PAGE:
Kensington StudioDock review: A versatile iPad Pro dock and more for power users

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Techaeris Rated 9.5/10

The iPad Pro is one hell of a tool. It used to be that the iPad and other tablets were nothing more than a vehicle for media and entertainment consumption. But over the past few years, Apple has worked hard to try and turn the iPad Pro into a legitimate laptop replacement. The argument on that last point is still open for debate but what we do know is that the Kensington StudioDock just gave the iPad Pro even more versatility.

The Kensington StudioDock isn’t going to come to you at a small price, though. This heavy-duty Swiss army knife of iPad docks is gonna strip your wallet of US$399.99. While that may seem like a hefty price to pay, it will be well worth it for some users. I’m going to be upfront here; this dock is for power users, “pros,” if you will. Unless you like busting out four C-notes for a dock, most basic users won’t get much value from this.

The Kensington StudioDock is a niche product, but that niche is surprisingly broader than others. I think this little dock is going to give power users a lot to love. Read on for our full review of the Kensington StudioDock.

Estimated reading time: 8 minutes


The Kensington StudioDock has the following features and specifications:

  • Connection Technology: USB-C Alt Mode and Supports USB-C PD 3.0 (37.5W for USB-C iPad Pro or iPad Air)
  • Driverless: Yes
  • Additional Screen Outputs: 1
  • Video Ports: HDMI
  • Maximum Resolution: 4K 60Hz
  • Power Delivery: 37.5W
  • Operating System: iPadOS
  • SD Card Reader: Yes (UHS-II, SD4.0)
  • USB ports: x4
    • 3 x: USB 3.1 Gen1 (back) supporting 5V/0.9A
    • 1 x: USB 3.1 Gen1 (side) with 5V/3A or 9V/2.22A charging
  • Audio: 1 x 3.5mm Combo Microphone & Headphone Port (side)
  • USB Fast Charging: Yes
  • Qi Wireless Charging: 2 x Qi Wireless Charging Pads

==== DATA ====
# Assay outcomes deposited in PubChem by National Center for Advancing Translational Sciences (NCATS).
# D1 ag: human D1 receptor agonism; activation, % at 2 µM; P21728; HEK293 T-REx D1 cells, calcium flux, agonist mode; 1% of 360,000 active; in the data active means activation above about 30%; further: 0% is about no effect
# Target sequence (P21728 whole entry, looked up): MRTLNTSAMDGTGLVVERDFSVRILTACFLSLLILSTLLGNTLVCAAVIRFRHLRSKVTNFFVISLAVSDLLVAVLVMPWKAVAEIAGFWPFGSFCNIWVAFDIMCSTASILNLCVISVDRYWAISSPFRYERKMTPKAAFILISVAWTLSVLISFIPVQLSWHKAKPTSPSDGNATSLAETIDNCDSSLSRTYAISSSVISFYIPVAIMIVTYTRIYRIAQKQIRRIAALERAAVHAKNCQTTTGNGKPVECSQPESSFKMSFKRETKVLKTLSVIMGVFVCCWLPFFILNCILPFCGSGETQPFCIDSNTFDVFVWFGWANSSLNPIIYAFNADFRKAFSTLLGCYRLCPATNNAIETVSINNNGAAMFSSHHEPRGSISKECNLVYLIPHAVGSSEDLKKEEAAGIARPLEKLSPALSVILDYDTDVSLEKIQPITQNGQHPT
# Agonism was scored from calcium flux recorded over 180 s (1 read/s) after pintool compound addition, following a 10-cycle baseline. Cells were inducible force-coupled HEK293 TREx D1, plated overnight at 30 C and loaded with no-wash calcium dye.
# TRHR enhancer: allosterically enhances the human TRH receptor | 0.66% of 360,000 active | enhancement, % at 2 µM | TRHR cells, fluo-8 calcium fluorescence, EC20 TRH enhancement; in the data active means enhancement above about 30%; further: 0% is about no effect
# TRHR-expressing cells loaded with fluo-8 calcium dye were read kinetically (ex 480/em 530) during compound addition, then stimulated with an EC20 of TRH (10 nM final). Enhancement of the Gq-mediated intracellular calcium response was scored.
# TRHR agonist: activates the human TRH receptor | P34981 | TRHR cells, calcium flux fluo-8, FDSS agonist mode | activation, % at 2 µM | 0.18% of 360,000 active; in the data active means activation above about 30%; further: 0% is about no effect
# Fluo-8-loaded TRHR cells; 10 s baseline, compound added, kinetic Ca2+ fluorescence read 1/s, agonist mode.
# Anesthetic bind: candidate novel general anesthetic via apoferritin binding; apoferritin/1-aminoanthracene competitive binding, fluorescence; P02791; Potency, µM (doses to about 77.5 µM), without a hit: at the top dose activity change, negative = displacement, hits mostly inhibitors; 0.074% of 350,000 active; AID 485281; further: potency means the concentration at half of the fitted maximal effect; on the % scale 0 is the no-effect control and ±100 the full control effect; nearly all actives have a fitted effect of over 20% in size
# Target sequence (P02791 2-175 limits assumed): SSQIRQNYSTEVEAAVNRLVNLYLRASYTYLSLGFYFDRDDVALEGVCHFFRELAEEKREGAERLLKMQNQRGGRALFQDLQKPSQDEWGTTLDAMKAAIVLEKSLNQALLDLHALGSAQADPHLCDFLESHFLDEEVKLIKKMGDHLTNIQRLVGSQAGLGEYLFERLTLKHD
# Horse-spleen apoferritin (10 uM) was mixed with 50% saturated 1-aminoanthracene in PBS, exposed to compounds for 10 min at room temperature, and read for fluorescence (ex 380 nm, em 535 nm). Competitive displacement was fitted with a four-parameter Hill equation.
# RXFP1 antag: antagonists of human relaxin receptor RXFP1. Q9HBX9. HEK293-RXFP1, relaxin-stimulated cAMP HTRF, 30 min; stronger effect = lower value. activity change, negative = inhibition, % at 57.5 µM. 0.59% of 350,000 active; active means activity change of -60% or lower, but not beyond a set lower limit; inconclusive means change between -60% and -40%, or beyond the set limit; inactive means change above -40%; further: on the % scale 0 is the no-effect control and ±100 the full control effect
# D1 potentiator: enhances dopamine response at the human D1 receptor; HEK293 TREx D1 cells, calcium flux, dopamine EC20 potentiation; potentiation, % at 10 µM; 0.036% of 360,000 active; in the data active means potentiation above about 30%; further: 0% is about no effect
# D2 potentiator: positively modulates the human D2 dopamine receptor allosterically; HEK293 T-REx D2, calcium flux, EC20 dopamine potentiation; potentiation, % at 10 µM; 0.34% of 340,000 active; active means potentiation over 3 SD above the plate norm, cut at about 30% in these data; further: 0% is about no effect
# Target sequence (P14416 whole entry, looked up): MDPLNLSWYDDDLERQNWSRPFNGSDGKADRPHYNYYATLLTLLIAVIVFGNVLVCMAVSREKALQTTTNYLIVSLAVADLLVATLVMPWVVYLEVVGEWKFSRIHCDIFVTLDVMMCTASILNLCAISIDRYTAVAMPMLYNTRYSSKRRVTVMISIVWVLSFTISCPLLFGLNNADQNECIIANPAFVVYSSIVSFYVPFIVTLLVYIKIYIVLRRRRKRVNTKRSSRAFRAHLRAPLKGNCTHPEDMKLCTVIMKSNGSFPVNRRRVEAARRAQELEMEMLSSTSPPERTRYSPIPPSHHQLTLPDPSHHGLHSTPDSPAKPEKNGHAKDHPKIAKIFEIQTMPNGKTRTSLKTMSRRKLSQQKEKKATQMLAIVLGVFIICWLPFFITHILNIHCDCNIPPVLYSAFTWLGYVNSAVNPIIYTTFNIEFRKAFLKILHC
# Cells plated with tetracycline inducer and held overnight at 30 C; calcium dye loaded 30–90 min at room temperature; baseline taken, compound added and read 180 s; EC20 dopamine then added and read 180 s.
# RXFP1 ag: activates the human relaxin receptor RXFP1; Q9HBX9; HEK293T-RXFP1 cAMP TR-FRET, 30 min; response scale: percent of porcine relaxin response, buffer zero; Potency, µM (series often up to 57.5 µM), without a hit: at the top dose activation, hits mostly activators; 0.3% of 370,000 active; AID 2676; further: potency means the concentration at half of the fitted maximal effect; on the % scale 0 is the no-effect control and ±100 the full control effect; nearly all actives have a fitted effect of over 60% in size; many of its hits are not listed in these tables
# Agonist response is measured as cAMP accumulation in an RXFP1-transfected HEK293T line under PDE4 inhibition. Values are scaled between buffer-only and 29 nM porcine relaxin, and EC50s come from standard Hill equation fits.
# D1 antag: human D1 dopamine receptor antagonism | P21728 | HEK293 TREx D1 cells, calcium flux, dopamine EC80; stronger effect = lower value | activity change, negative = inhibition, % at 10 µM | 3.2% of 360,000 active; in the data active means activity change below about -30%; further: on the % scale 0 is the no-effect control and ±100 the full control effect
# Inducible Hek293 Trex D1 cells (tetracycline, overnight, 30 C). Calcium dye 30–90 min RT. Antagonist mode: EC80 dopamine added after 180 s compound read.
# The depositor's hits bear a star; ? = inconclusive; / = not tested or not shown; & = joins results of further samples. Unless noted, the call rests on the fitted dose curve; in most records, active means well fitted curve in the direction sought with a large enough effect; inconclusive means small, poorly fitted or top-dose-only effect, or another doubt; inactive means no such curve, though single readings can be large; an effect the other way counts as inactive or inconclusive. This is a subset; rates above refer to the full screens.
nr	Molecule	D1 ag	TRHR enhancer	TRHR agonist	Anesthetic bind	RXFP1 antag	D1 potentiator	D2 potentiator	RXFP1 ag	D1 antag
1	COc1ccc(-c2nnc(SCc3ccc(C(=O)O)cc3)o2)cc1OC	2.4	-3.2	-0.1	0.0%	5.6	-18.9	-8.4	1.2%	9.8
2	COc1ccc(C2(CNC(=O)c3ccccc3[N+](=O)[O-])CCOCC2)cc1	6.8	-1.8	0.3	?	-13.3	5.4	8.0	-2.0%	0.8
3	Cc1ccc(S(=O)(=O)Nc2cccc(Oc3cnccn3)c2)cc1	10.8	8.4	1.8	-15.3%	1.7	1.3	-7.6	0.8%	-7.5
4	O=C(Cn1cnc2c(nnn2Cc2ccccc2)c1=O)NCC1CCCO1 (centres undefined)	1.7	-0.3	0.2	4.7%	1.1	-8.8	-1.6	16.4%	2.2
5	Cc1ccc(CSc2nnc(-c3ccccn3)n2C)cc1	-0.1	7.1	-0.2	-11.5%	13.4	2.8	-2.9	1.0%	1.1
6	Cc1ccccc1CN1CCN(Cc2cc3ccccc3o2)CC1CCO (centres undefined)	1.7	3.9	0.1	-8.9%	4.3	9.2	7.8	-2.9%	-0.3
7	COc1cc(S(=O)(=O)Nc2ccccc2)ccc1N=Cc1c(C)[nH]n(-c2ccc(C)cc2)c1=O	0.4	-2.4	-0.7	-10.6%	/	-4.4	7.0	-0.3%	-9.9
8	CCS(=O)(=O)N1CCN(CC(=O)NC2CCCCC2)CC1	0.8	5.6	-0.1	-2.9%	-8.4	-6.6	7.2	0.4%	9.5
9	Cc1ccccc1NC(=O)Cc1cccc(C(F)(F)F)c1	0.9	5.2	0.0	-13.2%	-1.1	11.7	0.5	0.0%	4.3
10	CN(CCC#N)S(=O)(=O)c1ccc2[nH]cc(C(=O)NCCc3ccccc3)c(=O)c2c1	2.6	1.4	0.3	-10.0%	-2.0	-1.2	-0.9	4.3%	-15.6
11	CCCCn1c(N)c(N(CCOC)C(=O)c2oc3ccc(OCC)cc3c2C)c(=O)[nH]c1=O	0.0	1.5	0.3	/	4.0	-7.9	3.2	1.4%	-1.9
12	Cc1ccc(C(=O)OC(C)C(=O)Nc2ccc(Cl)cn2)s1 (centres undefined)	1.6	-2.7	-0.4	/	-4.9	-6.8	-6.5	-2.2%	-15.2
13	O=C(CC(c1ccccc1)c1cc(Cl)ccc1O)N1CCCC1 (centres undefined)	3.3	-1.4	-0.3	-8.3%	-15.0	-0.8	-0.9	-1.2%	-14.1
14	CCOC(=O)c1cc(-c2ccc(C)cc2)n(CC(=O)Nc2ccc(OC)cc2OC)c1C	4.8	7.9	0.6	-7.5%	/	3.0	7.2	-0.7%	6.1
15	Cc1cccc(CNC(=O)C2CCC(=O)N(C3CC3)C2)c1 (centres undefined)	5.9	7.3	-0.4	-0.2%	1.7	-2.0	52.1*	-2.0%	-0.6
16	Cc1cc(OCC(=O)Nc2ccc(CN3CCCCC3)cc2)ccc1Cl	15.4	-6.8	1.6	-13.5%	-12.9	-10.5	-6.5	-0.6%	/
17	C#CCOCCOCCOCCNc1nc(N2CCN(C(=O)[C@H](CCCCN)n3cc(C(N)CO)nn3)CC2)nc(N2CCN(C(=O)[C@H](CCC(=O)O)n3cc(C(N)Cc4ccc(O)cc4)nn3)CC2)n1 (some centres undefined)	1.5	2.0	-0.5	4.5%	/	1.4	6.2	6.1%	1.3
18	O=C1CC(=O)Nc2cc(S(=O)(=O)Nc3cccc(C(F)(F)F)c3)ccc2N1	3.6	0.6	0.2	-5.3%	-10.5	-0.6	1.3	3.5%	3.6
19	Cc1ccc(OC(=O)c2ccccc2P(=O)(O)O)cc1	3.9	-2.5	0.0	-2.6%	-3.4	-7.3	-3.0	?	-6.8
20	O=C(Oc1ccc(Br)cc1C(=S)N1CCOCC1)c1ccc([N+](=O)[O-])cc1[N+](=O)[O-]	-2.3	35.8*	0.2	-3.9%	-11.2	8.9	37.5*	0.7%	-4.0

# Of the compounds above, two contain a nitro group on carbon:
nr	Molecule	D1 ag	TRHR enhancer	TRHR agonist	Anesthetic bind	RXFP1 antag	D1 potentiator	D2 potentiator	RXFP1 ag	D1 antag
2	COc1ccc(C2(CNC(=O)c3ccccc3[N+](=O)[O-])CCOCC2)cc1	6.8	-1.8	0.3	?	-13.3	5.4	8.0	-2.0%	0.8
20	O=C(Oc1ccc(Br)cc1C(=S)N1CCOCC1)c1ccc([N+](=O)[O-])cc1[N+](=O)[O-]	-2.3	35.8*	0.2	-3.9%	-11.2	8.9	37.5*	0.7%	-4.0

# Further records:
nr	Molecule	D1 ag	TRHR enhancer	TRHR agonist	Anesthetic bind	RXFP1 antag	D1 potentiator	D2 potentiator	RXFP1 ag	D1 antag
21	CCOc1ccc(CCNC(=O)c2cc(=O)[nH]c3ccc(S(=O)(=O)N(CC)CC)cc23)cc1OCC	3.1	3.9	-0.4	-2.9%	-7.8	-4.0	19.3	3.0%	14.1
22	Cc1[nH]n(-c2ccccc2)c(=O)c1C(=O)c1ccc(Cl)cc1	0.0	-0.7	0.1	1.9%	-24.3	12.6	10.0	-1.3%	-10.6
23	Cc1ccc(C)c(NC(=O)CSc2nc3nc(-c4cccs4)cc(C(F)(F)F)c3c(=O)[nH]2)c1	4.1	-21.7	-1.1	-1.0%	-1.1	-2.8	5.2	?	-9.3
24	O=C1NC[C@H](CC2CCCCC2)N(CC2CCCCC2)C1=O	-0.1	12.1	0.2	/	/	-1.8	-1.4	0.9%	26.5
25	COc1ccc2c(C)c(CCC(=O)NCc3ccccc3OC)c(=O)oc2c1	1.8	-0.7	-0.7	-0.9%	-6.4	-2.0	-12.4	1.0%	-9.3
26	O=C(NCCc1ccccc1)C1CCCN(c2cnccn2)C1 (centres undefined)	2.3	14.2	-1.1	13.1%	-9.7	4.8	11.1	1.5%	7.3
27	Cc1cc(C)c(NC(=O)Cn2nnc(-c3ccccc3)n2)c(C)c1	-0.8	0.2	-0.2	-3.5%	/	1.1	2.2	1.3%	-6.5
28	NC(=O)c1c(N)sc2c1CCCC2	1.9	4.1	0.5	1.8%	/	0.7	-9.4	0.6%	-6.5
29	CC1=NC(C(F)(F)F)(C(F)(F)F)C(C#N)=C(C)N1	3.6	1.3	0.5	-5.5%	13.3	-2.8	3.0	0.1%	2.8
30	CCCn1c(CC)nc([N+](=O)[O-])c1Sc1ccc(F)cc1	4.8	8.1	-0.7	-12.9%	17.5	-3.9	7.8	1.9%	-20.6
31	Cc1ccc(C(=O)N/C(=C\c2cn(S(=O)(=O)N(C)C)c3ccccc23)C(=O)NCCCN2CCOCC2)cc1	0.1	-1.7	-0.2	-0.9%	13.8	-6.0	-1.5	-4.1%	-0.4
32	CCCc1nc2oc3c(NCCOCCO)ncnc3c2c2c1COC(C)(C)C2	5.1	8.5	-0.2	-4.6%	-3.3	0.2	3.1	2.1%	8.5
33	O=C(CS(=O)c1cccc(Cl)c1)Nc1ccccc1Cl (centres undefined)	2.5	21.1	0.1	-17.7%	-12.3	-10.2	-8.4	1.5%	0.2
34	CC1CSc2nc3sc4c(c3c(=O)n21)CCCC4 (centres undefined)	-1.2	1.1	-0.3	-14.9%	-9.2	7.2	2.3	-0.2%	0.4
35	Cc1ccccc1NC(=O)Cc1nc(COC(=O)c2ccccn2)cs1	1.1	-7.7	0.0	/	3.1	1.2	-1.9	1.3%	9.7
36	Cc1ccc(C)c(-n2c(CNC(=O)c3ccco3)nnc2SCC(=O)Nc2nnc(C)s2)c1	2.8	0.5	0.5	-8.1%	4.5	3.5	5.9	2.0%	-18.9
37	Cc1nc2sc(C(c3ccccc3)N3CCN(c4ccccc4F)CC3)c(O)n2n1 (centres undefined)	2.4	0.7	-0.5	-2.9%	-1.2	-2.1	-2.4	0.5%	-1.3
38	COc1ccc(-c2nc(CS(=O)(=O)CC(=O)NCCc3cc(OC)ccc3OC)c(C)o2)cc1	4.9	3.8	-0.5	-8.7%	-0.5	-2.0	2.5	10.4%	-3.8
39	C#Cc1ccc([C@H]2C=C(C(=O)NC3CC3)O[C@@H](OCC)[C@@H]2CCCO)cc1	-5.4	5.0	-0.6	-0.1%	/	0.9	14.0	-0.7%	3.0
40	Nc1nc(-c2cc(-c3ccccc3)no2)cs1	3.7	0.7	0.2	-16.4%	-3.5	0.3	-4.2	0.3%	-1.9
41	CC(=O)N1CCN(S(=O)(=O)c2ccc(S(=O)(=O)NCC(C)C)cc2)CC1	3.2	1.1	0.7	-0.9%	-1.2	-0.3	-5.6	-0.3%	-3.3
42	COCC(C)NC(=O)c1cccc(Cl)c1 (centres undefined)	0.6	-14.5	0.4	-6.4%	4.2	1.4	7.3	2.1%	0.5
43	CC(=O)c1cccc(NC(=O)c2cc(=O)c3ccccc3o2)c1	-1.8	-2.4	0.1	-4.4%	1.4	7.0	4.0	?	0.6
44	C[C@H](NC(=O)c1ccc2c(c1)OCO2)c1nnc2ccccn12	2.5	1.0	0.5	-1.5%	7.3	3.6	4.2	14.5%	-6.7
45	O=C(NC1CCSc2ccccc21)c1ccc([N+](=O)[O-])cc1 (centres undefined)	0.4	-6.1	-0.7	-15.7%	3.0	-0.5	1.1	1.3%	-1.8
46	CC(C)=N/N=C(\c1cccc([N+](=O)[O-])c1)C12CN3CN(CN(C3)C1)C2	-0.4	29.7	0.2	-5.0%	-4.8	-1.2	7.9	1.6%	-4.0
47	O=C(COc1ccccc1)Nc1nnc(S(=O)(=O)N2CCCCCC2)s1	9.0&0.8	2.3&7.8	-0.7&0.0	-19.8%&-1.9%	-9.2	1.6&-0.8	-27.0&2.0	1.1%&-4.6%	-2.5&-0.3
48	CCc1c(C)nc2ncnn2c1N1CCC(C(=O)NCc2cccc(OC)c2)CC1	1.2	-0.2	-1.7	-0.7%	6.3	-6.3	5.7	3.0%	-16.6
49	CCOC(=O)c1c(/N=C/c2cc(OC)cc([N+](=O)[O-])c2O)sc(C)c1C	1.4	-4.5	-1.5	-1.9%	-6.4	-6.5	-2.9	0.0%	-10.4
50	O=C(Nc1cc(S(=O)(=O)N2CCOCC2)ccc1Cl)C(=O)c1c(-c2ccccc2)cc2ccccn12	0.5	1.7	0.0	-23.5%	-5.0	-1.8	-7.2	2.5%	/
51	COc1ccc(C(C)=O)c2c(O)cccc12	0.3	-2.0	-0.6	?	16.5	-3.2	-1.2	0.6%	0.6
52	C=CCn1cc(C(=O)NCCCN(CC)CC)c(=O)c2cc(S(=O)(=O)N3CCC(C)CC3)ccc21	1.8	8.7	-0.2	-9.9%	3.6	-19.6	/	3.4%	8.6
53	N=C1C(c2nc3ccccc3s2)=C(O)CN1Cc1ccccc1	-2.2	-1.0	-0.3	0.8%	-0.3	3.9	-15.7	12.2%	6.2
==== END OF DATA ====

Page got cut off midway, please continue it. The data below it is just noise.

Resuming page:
• Qi Wireless Charging Power: 5W each, iPhone fast charging compatible
  • Compatibility: iPadOS 13.5 or higher and iPad Pro 11″ and 12.9″ (2018 or newer USB-C) or iPad Air (2020+) running iPadOS 13.5+
  • Data Transfer Speeds: Supports up to 5Gbps data transfer speed
  • Ethernet Speed (Mbps): 1000, 100,10
  • Warranty: 3-years

What’s In The Box

  • Kensington StudioDock
  • Power Supply
  • Power Cable
  • Manual and Documentation
Kensington StudioDock
Kensington StudioDock Stock Photo


The Kensington StudioDock design adheres to third-party Apple accessory makers’ long tradition to make devices that look as if Apple made them. The StudioDock is made of very premium aluminum and plastics that compliment the iPad Pro nicely. It’s also really solid and weighty. It’s not so heavy as to not be manageable, but it certainly does feel solid.

The iPad Pro holder is made of sturdy plastic and is magnetic to hold the iPad in place. There is also a slightly raised lip along the left edge, and the bottom edge has the USB-C connection—both of these design cues help stabilize and hold the iPad Pro in place. The holder does articulate at an angle and swivels in either portrait or landscape, but it does not move up or down. We wish the option to move it up and down were there, something useful for taller users.

One thing of note, there is an optional Apple Watch charger that connects to the bottom of the holder, allowing you to charge your Apple Watch. We did not receive this option, but we sure wish we did.

Underneath the iPad Pro are two wireless charging pads intended to charge your AirPods Pro and iPhone devices. On the bottom edge of the dock, under the charging pads, you’ll find two LED lights to indicate charging from the two pads.

On the right edge of the dock, you get an SD Card slot and a headphone jack. On the left side of the Kensington StudioDock, you’ll find the power button and a USB 3.1 Gen1 with 5V/3A or 9V/2.22A charging.

On the back of the Kensington StudioDock, you’ll find the rest of your I/O. This includes an HDMI port, Ethernet port, and 3 USB-A 3.1 Gen1 supporting 5V/0.9A. The 20V DC barrel-style port is also located on the back. This also wouldn’t be a Kensington product without the trusty old Kensington lock on the bottom edge as well.

Overall, the design and build quality of the StudioDock is top-notch. Kensington has always been a premium maker of Apple accessories, and this one is no exception to that fact. I like pretty much everything about this design, except for the lack of vertical adjustment.

Ease of Use